immigration scam

Immigration Scammers Hit Hillsborough County


If you’re residing in the U.S. as a non-citizen, you’re at risk of being the victim of an immigration scam.  Scam artists are hoping that non-citizens who have less familiarity with the English language and U.S. laws and customs will be more easy to victimize.  They also prey on the hopes and dreams of non-citizens who want to keep residing in the country and perhaps one day become citizens.

What are some ways to protect yourself from a scam?

Many scam artists offer to help non-citizens with applications for different kinds of visas or for citizenship.  However, their services are bogus.  They’ll wind up stealing money and personal information from you, and their lies will put you at risk for deportation.  Before you obtain someone’s assistance with any sort of applications or official forms, doublecheck their credentials and ask around about them to find out their reputation.  Always keep a copy of any forms you fill out and submit with their assistance, along with a receipt once you’ve paid them for their services.

Scam artists may try to obtain sensitive documents from you, including your passport.  Don’t let other people get their hands on your documents and hang onto them.  They might steal information from your documents and perpetrate identity theft, or they may try to sell the documents to you and make some quick money out of your desperate need to get them back.

Another popular tactic of scam artists is to contact you by phone or email and pretend they’re from the U.S. government.  They may claim that there’s a major problem with your non-citizen status and ask you to immediately wire money to them.  However, real government officials won’t phone you up or email you and start demanding money or sensitive information on the spot.  In their dishonest emails, scam artists may also include links to what they claim are official government websites where they want you to fill out online forms with credit card numbers and other compromising information; these, however, will be fake sites.  Another approach is to try to sell you services that they think might be attractive to you, such as expensive English language courses; they may even try to push these fake courses on you by telling you they’re required by law.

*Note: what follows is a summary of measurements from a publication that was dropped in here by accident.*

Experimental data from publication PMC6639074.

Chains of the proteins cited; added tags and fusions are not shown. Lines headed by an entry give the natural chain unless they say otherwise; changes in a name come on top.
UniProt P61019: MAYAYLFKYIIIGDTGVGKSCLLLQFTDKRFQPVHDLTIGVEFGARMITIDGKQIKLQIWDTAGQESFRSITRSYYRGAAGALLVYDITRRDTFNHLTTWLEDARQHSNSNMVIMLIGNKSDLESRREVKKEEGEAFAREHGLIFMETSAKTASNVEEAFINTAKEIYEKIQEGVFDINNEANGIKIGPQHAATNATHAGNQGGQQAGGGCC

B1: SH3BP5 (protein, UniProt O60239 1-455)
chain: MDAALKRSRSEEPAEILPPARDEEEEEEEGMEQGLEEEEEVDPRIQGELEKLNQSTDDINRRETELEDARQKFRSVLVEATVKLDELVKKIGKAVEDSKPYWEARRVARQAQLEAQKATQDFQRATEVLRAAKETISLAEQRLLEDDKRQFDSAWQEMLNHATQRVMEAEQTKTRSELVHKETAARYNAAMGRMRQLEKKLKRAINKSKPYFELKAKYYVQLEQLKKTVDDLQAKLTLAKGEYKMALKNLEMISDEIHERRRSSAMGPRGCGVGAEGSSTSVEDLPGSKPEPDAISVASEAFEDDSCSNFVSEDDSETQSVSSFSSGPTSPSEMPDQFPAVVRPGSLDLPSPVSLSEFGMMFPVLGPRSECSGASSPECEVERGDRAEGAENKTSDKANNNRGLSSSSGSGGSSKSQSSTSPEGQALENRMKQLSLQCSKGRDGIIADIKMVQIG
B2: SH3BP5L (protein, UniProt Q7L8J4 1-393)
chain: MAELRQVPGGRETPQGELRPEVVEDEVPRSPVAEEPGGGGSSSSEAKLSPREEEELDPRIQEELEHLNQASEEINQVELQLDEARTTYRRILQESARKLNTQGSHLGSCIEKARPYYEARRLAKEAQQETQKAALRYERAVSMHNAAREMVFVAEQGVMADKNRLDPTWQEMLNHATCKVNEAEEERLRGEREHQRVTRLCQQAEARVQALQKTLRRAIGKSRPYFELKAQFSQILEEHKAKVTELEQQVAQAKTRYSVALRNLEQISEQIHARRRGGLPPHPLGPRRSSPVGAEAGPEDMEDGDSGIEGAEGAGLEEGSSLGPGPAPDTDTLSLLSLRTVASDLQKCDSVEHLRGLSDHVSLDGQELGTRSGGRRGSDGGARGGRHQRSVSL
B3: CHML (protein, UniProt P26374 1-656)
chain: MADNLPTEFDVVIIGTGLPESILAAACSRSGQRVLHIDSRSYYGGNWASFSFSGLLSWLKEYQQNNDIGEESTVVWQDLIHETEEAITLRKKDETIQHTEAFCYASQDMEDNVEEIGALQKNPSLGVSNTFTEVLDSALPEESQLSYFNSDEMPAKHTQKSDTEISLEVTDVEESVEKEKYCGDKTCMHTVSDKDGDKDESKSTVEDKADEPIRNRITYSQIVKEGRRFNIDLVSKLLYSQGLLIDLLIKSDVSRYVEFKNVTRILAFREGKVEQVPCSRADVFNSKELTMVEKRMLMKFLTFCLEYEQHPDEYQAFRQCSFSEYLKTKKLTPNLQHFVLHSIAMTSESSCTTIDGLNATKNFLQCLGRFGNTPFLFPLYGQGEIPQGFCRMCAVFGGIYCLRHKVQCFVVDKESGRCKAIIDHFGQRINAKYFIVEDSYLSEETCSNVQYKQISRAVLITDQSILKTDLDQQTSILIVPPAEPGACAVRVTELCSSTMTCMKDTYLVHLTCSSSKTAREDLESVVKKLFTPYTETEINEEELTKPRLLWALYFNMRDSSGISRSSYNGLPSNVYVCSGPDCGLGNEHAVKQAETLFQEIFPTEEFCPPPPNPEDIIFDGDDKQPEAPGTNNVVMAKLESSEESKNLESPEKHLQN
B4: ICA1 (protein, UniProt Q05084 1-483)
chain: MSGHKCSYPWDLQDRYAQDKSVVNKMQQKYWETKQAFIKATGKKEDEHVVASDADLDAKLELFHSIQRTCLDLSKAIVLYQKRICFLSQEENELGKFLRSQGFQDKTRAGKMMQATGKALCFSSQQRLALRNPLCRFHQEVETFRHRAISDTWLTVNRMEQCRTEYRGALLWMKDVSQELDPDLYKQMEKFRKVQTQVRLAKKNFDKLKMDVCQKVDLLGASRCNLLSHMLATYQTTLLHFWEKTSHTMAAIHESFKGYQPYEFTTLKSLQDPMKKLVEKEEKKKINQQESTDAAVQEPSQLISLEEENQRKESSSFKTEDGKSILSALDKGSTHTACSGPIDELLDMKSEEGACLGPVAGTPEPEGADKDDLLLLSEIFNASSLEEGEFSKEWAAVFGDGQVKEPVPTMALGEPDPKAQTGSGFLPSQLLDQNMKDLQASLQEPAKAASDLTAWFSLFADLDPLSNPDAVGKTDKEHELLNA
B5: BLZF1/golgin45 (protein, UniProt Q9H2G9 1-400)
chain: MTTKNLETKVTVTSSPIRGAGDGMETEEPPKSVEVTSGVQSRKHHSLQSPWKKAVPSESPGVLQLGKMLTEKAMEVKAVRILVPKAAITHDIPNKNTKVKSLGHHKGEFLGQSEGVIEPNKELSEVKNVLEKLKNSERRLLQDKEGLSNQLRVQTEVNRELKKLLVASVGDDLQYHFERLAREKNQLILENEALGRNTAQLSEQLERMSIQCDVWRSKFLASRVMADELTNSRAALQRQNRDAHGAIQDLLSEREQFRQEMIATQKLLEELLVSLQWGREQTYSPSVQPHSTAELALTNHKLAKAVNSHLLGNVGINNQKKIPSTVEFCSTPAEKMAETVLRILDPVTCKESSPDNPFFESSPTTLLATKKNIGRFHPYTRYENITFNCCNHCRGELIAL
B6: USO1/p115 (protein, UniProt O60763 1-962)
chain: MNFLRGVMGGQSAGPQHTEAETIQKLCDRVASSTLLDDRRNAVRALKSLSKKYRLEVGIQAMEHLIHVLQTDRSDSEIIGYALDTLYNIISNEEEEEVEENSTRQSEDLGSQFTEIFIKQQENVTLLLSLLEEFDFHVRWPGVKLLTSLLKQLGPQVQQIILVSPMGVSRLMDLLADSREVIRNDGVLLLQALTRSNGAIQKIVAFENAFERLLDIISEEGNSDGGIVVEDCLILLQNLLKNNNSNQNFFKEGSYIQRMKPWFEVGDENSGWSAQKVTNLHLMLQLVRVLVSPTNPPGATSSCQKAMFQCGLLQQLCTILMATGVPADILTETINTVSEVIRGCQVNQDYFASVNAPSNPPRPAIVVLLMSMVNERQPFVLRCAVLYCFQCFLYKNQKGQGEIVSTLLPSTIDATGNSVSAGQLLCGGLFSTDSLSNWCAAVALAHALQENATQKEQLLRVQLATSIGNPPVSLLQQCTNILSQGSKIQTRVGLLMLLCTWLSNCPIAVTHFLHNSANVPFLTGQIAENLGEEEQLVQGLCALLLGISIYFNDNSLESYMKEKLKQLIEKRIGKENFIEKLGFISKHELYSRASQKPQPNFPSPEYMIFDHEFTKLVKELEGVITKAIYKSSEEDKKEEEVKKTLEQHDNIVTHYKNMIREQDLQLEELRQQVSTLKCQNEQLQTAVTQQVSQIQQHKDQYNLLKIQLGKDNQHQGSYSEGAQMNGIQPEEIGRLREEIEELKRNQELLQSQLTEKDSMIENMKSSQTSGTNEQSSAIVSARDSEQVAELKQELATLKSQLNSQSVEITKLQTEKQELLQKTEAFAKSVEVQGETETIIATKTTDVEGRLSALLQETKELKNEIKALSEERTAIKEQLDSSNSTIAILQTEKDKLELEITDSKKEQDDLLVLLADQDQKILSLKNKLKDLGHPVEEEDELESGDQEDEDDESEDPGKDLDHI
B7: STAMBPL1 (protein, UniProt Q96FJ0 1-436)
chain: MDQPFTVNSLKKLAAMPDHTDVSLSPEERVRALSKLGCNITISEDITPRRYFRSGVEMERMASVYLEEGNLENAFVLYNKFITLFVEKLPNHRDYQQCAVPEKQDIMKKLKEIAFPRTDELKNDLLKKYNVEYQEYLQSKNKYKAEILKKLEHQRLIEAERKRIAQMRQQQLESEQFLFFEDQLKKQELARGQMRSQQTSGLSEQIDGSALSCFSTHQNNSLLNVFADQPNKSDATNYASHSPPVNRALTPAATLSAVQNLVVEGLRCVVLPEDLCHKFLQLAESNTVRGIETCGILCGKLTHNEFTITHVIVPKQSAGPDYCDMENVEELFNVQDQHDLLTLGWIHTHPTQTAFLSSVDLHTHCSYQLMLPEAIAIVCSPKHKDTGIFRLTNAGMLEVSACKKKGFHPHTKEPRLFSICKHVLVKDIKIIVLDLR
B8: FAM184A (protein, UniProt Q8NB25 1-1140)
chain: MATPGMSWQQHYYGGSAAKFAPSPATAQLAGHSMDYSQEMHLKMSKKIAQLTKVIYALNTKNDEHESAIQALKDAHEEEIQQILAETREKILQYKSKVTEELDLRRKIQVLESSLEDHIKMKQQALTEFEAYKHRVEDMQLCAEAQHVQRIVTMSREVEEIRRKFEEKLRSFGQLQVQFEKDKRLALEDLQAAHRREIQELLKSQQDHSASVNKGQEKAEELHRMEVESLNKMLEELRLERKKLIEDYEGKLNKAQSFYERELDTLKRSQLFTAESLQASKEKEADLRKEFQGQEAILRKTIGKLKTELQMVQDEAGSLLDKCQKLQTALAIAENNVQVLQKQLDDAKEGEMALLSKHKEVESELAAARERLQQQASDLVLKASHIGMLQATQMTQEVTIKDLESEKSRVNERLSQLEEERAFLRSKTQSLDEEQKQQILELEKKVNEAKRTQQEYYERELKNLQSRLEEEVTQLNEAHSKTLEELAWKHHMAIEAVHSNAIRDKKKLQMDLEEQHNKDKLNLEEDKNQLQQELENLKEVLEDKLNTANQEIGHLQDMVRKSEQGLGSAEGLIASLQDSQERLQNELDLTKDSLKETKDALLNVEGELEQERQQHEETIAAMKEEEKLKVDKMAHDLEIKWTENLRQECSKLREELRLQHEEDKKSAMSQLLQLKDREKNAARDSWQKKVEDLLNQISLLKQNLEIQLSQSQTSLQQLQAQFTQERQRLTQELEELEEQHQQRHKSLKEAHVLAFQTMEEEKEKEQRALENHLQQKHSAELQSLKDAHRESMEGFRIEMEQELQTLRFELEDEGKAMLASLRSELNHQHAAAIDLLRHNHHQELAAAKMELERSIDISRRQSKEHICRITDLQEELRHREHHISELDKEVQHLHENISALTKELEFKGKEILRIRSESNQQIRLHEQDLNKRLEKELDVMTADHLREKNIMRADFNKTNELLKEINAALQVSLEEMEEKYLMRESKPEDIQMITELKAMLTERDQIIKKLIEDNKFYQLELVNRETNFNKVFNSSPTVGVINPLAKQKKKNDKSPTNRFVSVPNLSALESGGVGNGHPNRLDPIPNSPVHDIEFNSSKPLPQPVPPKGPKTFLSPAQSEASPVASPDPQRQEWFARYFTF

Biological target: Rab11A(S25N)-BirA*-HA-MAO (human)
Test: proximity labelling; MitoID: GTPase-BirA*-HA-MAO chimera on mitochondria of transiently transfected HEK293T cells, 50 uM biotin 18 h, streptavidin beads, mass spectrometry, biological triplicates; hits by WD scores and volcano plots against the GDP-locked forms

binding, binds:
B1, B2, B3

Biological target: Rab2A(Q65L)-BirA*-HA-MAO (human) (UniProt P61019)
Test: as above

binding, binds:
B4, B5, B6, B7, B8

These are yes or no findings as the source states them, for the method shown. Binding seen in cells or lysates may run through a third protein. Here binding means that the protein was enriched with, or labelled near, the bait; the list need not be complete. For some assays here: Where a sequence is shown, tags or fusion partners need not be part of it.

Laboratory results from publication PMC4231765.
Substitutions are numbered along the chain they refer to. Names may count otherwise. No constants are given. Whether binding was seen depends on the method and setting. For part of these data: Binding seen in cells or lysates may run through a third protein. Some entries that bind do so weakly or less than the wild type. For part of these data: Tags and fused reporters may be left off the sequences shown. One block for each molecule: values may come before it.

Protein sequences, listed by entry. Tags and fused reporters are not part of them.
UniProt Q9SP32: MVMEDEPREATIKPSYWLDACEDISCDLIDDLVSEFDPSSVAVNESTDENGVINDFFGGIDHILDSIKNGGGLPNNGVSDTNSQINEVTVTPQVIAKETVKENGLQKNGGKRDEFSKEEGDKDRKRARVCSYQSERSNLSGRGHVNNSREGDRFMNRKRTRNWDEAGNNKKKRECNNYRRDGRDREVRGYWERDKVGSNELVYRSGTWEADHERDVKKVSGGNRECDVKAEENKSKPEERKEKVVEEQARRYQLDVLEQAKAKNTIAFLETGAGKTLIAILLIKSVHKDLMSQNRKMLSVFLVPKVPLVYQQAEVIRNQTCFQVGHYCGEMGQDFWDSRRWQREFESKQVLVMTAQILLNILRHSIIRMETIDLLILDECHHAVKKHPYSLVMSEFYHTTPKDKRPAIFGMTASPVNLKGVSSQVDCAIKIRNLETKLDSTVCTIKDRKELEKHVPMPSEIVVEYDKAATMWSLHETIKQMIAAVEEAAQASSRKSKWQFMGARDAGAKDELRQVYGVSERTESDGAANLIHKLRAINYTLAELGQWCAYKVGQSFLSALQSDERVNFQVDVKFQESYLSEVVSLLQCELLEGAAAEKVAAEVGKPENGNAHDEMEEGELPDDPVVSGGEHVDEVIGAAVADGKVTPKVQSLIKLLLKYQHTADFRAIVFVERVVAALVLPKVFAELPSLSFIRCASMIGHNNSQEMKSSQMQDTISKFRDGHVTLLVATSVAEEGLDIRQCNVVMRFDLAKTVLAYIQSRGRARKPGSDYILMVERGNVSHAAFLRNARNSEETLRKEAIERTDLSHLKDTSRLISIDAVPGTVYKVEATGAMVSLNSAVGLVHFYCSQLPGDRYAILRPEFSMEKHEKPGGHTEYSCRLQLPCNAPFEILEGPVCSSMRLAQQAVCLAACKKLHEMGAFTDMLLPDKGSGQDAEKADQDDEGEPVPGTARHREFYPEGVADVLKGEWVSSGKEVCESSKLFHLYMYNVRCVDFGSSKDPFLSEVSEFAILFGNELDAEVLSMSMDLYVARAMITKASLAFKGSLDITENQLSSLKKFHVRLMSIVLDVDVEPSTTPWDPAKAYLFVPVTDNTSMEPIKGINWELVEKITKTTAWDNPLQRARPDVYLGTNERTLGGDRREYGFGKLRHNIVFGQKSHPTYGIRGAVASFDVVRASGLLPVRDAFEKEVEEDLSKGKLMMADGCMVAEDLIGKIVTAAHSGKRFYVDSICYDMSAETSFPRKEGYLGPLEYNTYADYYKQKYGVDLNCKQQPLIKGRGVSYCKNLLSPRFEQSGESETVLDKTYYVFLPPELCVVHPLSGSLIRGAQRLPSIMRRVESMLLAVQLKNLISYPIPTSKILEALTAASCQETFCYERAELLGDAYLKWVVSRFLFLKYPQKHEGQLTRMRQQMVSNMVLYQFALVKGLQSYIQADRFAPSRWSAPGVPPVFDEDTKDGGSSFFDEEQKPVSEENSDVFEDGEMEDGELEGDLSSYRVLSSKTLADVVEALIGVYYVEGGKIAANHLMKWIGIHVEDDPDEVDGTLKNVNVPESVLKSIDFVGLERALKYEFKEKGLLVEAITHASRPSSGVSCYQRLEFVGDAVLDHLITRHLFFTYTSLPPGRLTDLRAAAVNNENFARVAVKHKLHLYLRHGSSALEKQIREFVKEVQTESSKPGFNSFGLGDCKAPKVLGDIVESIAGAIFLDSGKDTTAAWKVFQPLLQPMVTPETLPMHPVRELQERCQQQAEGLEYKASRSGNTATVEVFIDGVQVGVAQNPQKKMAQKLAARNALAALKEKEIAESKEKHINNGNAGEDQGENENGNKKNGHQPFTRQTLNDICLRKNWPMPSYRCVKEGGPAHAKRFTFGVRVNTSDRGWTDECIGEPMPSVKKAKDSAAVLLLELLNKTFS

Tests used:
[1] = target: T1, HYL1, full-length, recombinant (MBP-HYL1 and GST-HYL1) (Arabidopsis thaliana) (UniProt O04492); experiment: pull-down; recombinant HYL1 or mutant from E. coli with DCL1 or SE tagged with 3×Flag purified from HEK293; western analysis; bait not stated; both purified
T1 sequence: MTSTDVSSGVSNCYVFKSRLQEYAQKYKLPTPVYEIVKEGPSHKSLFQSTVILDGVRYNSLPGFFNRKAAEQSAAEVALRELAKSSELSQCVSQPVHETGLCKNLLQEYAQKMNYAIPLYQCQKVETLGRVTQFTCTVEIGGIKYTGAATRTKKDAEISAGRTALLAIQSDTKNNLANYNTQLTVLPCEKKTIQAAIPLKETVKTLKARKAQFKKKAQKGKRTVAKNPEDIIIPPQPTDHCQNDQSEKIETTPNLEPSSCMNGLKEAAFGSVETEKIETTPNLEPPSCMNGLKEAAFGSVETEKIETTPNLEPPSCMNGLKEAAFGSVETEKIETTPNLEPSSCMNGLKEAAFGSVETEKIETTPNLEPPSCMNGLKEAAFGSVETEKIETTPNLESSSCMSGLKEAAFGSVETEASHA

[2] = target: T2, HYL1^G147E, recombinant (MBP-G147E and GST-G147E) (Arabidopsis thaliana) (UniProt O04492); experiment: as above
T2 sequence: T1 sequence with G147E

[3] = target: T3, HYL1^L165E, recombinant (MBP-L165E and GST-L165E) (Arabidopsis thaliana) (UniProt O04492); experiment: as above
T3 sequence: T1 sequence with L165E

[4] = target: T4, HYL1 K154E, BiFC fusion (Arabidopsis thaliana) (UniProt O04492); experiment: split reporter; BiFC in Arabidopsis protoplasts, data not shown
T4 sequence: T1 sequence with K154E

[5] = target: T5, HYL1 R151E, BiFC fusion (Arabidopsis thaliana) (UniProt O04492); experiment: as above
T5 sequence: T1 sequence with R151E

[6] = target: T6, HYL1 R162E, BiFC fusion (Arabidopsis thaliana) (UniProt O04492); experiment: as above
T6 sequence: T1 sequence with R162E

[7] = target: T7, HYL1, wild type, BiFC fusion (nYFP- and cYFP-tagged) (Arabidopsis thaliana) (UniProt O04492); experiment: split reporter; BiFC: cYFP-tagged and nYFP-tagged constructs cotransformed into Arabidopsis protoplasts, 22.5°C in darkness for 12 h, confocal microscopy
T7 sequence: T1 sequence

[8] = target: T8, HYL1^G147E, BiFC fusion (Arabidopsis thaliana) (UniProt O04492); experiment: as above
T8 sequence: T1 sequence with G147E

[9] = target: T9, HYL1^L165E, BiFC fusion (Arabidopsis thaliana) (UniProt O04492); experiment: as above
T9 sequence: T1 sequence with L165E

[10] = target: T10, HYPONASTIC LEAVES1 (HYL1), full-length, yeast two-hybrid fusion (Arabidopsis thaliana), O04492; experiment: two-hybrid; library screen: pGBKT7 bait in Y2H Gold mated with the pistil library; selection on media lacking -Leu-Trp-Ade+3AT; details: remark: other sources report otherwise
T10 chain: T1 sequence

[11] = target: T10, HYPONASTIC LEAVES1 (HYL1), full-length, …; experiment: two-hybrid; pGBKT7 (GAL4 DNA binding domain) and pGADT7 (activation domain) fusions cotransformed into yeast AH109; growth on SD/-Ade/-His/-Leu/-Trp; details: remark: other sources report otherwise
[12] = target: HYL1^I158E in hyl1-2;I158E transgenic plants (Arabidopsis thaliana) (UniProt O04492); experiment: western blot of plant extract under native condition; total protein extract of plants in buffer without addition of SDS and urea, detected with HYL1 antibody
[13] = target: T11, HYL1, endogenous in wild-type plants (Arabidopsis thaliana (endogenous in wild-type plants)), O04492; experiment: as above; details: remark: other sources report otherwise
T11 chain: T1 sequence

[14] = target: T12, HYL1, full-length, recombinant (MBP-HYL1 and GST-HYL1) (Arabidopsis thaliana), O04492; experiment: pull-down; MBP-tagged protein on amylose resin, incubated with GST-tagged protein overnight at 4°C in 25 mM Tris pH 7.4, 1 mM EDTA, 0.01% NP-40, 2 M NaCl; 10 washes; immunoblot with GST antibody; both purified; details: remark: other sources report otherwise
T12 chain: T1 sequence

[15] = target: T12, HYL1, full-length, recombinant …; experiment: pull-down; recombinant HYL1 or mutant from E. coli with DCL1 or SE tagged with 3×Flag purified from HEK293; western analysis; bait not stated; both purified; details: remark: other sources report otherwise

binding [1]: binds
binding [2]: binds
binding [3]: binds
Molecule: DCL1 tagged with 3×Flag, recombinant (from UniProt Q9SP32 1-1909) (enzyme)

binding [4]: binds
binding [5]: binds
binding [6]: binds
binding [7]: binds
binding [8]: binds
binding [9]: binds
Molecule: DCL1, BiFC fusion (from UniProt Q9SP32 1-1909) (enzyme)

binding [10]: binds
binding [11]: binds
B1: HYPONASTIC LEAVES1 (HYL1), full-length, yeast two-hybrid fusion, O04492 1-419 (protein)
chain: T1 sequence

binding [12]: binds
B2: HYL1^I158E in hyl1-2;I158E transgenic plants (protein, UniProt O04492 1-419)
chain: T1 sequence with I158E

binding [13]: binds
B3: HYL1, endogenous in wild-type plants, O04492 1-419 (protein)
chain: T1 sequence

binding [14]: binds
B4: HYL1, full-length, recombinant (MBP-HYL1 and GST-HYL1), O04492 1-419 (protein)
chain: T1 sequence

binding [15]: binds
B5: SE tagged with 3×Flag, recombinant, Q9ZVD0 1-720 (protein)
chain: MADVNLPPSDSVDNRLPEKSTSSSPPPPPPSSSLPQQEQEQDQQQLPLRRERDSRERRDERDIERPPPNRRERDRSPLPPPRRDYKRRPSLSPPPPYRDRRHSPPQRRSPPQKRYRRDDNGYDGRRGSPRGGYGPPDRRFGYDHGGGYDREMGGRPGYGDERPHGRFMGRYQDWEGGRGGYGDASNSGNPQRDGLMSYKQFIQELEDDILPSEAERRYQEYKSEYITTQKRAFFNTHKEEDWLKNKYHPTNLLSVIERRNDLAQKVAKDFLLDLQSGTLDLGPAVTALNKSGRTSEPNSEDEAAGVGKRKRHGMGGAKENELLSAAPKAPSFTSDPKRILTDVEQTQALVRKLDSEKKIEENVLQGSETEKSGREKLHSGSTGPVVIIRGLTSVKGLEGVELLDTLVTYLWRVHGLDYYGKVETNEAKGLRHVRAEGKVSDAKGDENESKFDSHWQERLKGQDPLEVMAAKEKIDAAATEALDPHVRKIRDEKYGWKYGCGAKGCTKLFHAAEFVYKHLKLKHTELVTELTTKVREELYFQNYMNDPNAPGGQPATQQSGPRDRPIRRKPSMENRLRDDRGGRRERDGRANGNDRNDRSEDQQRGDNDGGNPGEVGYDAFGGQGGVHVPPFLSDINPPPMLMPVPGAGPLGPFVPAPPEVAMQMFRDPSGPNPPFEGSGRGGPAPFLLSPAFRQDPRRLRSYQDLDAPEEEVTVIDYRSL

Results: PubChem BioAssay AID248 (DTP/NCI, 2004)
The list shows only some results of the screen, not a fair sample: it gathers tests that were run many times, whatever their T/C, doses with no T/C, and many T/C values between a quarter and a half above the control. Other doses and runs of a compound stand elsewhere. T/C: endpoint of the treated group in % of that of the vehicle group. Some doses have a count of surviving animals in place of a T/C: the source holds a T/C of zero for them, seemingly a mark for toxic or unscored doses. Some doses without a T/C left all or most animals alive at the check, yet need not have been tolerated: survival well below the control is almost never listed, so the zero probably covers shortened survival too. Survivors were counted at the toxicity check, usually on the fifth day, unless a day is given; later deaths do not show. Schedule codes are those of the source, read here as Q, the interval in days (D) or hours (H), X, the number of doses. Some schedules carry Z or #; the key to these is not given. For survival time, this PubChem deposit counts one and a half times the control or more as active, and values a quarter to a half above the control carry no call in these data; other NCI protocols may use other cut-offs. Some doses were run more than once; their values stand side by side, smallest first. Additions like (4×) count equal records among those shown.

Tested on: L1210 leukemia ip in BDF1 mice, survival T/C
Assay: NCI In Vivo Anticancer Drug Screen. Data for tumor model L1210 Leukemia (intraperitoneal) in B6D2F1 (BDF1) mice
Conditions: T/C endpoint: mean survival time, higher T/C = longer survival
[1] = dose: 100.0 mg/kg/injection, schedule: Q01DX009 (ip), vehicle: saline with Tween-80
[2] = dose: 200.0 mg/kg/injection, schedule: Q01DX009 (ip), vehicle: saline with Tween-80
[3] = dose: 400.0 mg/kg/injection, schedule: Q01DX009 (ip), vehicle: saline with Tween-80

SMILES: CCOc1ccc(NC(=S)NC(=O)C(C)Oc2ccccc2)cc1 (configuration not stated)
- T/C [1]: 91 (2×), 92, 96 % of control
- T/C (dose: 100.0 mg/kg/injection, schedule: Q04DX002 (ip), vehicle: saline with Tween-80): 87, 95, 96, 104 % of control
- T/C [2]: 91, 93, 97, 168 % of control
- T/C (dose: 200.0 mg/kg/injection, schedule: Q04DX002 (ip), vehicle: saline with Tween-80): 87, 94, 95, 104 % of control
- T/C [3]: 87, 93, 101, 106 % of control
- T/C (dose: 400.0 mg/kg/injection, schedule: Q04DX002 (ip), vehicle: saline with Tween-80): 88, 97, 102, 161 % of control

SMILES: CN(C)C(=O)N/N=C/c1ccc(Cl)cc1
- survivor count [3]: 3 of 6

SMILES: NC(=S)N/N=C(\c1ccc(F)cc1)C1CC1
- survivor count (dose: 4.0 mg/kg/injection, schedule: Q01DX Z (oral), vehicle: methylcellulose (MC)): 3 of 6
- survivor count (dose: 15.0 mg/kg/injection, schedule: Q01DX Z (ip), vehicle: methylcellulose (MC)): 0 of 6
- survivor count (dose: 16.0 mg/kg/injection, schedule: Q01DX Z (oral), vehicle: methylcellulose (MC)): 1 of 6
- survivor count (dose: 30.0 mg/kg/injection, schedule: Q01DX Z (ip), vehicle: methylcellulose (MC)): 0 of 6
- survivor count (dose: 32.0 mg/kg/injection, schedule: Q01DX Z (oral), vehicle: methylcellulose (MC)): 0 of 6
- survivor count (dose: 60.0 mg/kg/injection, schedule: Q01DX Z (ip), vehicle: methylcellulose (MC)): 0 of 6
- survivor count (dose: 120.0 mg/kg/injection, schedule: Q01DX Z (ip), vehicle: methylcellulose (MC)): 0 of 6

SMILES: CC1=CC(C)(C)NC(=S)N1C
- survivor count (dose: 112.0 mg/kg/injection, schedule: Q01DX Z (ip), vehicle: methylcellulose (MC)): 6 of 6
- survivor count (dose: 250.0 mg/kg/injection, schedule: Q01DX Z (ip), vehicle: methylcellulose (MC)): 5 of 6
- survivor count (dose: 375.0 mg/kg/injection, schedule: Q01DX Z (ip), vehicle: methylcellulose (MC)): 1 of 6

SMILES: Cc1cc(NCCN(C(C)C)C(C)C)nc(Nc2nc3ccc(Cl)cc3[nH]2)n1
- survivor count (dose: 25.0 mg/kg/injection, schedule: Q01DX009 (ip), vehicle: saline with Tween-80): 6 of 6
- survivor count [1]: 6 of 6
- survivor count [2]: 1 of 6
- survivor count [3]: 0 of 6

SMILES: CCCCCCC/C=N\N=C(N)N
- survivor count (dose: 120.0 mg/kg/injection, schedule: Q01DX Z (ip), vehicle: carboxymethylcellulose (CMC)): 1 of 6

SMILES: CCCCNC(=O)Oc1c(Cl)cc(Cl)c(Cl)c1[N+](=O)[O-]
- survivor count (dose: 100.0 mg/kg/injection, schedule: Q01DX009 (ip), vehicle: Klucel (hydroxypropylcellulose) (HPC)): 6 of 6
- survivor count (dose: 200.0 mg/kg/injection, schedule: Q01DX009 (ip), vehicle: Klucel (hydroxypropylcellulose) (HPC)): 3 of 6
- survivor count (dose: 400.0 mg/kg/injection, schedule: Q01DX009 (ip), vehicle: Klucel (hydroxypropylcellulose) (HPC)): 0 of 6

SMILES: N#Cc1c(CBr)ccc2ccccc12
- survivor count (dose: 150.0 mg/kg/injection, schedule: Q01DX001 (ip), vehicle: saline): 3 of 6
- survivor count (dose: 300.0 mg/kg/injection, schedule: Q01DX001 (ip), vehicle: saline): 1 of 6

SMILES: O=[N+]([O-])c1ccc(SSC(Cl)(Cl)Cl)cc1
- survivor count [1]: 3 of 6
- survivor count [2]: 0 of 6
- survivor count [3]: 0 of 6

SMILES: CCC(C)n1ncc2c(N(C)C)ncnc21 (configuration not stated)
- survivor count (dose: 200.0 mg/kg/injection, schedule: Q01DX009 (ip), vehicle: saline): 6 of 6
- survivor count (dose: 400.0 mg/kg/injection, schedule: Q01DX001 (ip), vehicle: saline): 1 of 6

If you get a dubious email or phone call, you can contact official immigration authorities (such as USCIS, the United States Citizenship and Immigration Services) to doublecheck if there are any issues and alert them to these scam artist behaviors.  As for websites, always make sure you’re using legitimate U.S. government sites.

Finally, scam artists and other criminals may try to take advantage of you by getting you to sign various forms you don’t understand.  Never do this.  What you’re signing may bankrupt you or land you in jail.  If you’re in doubt about a form or contract you’re being asked to sign, use a trustworthy translator and consult with a reputable legal expert.

High-quality immigration lawyers can help you with applications and official forms and assist you with sniffing out scams.  Furthermore, if you’ve already fallen victim to a scam artist, a good attorney will help you deal with the aftermath.  Do your best to watch out for typical scam artist tactics, and don’t hesitate to contact the Ayo and Iken legal team with any questions or concerns.



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